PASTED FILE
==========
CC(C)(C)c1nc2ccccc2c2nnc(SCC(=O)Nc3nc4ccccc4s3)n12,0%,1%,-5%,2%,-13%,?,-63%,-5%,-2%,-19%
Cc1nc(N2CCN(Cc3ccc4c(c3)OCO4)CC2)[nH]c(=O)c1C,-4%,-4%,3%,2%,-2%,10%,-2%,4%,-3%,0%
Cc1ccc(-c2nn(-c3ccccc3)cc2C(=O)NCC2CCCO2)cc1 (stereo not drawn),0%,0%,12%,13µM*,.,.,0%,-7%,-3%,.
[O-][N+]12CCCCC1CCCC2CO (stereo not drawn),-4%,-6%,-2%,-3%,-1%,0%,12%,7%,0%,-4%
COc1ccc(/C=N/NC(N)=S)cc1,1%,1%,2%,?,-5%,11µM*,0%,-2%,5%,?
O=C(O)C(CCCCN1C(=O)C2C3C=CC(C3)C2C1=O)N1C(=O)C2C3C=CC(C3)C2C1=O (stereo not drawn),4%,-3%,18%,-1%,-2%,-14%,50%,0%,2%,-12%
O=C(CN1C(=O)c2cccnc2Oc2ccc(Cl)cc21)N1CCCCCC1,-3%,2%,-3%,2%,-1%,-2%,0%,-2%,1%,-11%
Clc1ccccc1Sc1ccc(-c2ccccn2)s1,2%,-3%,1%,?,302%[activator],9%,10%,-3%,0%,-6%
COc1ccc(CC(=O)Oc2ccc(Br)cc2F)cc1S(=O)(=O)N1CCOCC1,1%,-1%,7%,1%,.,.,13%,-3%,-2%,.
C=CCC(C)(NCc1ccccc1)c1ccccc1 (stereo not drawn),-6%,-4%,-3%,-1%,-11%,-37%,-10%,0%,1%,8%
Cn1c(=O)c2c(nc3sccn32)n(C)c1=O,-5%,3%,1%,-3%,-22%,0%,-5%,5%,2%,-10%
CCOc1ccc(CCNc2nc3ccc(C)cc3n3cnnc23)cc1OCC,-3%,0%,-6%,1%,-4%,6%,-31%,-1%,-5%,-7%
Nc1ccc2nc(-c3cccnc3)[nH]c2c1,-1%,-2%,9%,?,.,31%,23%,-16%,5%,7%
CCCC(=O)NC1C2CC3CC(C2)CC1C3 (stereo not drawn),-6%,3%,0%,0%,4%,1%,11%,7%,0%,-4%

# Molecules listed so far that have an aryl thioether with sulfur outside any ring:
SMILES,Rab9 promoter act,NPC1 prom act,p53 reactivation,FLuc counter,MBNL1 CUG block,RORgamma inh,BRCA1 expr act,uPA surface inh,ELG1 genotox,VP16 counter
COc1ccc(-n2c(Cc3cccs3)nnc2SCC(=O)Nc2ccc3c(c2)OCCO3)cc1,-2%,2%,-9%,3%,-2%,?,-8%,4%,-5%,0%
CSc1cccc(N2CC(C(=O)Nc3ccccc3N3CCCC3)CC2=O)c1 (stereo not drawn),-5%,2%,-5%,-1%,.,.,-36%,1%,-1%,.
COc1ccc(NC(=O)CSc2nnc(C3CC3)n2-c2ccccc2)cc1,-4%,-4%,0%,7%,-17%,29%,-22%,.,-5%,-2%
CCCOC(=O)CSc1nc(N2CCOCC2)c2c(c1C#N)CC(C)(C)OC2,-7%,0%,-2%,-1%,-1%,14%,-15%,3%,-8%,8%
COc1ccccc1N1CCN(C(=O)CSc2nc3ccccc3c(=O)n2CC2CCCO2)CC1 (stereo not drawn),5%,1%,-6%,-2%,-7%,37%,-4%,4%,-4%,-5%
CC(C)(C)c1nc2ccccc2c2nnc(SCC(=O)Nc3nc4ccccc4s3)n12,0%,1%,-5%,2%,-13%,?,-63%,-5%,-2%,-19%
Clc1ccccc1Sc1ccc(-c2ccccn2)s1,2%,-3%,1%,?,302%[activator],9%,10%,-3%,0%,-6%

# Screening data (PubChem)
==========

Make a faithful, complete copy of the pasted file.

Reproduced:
CC(C)(C)c1nc2ccccc2c2nnc(SCC(=O)Nc3nc4ccccc4s3)n12,0%,1%,-5%,2%,-13%,?,-63%,-5%,-2%,-19%
Cc1nc(N2CCN(Cc3ccc4c(c3)OCO4)CC2)[nH]c(=O)c1C,-4%,-4%,3%,2%,-2%,10%,-2%,4%,-3%,0%
Cc1ccc(-c2nn(-c3ccccc3)cc2C(=O)NCC2CCCO2)cc1 (stereo not drawn),0%,0%,12%,13µM*,.,.,0%,-7%,-3%,.
[O-][N+]12CCCCC1CCCC2CO (stereo not drawn),-4%,-6%,-2%,-3%,-1%,0%,12%,7%,0%,-4%
COc1ccc(/C=N/NC(N)=S)cc1,1%,1%,2%,?,-5%,11µM*,0%,-2%,5%,?
O=C(O)C(CCCCN1C(=O)C2C3C=CC(C3)C2C1=O)N1C(=O)C2C3C=CC(C3)C2C1=O (stereo not drawn),4%,-3%,18%,-1%,-2%,-14%,50%,0%,2%,-12%
O=C(CN1C(=O)c2cccnc2Oc2ccc(Cl)cc21)N1CCCCCC1,-3%,2%,-3%,2%,-1%,-2%,0%,-2%,1%,-11%
Clc1ccccc1Sc1ccc(-c2ccccn2)s1,2%,-3%,1%,?,302%[activator],9%,10%,-3%,0%,-6%
COc1ccc(CC(=O)Oc2ccc(Br)cc2F)cc1S(=O)(=O)N1CCOCC1,1%,-1%,7%,1%,.,.,13%,-3%,-2%,.
C=CCC(C)(NCc1ccccc1)c1ccccc1 (stereo not drawn),-6%,-4%,-3%,-1%,-11%,-37%,-10%,0%,1%,8%
Cn1c(=O)c2c(nc3sccn32)n(C)c1=O,-5%,3%,1%,-3%,-22%,0%,-5%,5%,2%,-10%
CCOc1ccc(CCNc2nc3ccc(C)cc3n3cnnc23)cc1OCC,-3%,0%,-6%,1%,-4%,6%,-31%,-1%,-5%,-7%
Nc1ccc2nc(-c3cccnc3)[nH]c2c1,-1%,-2%,9%,?,.,31%,23%,-16%,5%,7%
CCCC(=O)NC1C2CC3CC(C2)CC1C3 (stereo not drawn),-6%,3%,0%,0%,4%,1%,11%,7%,0%,-4%

# Molecules listed so far that have an aryl thioether with sulfur outside any ring:
SMILES,Rab9 promoter act,NPC1 prom act,p53 reactivation,FLuc counter,MBNL1 CUG block,RORgamma inh,BRCA1 expr act,uPA surface inh,ELG1 genotox,VP16 counter
COc1ccc(-n2c(Cc3cccs3)nnc2SCC(=O)Nc2ccc3c(c2)OCCO3)cc1,-2%,2%,-9%,3%,-2%,?,-8%,4%,-5%,0%
CSc1cccc(N2CC(C(=O)Nc3ccccc3N3CCCC3)CC2=O)c1 (stereo not drawn),-5%,2%,-5%,-1%,.,.,-36%,1%,-1%,.
COc1ccc(NC(=O)CSc2nnc(C3CC3)n2-c2ccccc2)cc1,-4%,-4%,0%,7%,-17%,29%,-22%,.,-5%,-2%
CCCOC(=O)CSc1nc(N2CCOCC2)c2c(c1C#N)CC(C)(C)OC2,-7%,0%,-2%,-1%,-1%,14%,-15%,3%,-8%,8%
COc1ccccc1N1CCN(C(=O)CSc2nc3ccccc3c(=O)n2CC2CCCO2)CC1 (stereo not drawn),5%,1%,-6%,-2%,-7%,37%,-4%,4%,-4%,-5%
CC(C)(C)c1nc2ccccc2c2nnc(SCC(=O)Nc3nc4ccccc4s3)n12,0%,1%,-5%,2%,-13%,?,-63%,-5%,-2%,-19%
Clc1ccccc1Sc1ccc(-c2ccccn2)s1,2%,-3%,1%,?,302%[activator],9%,10%,-3%,0%,-6%

# Screening data (PubChem)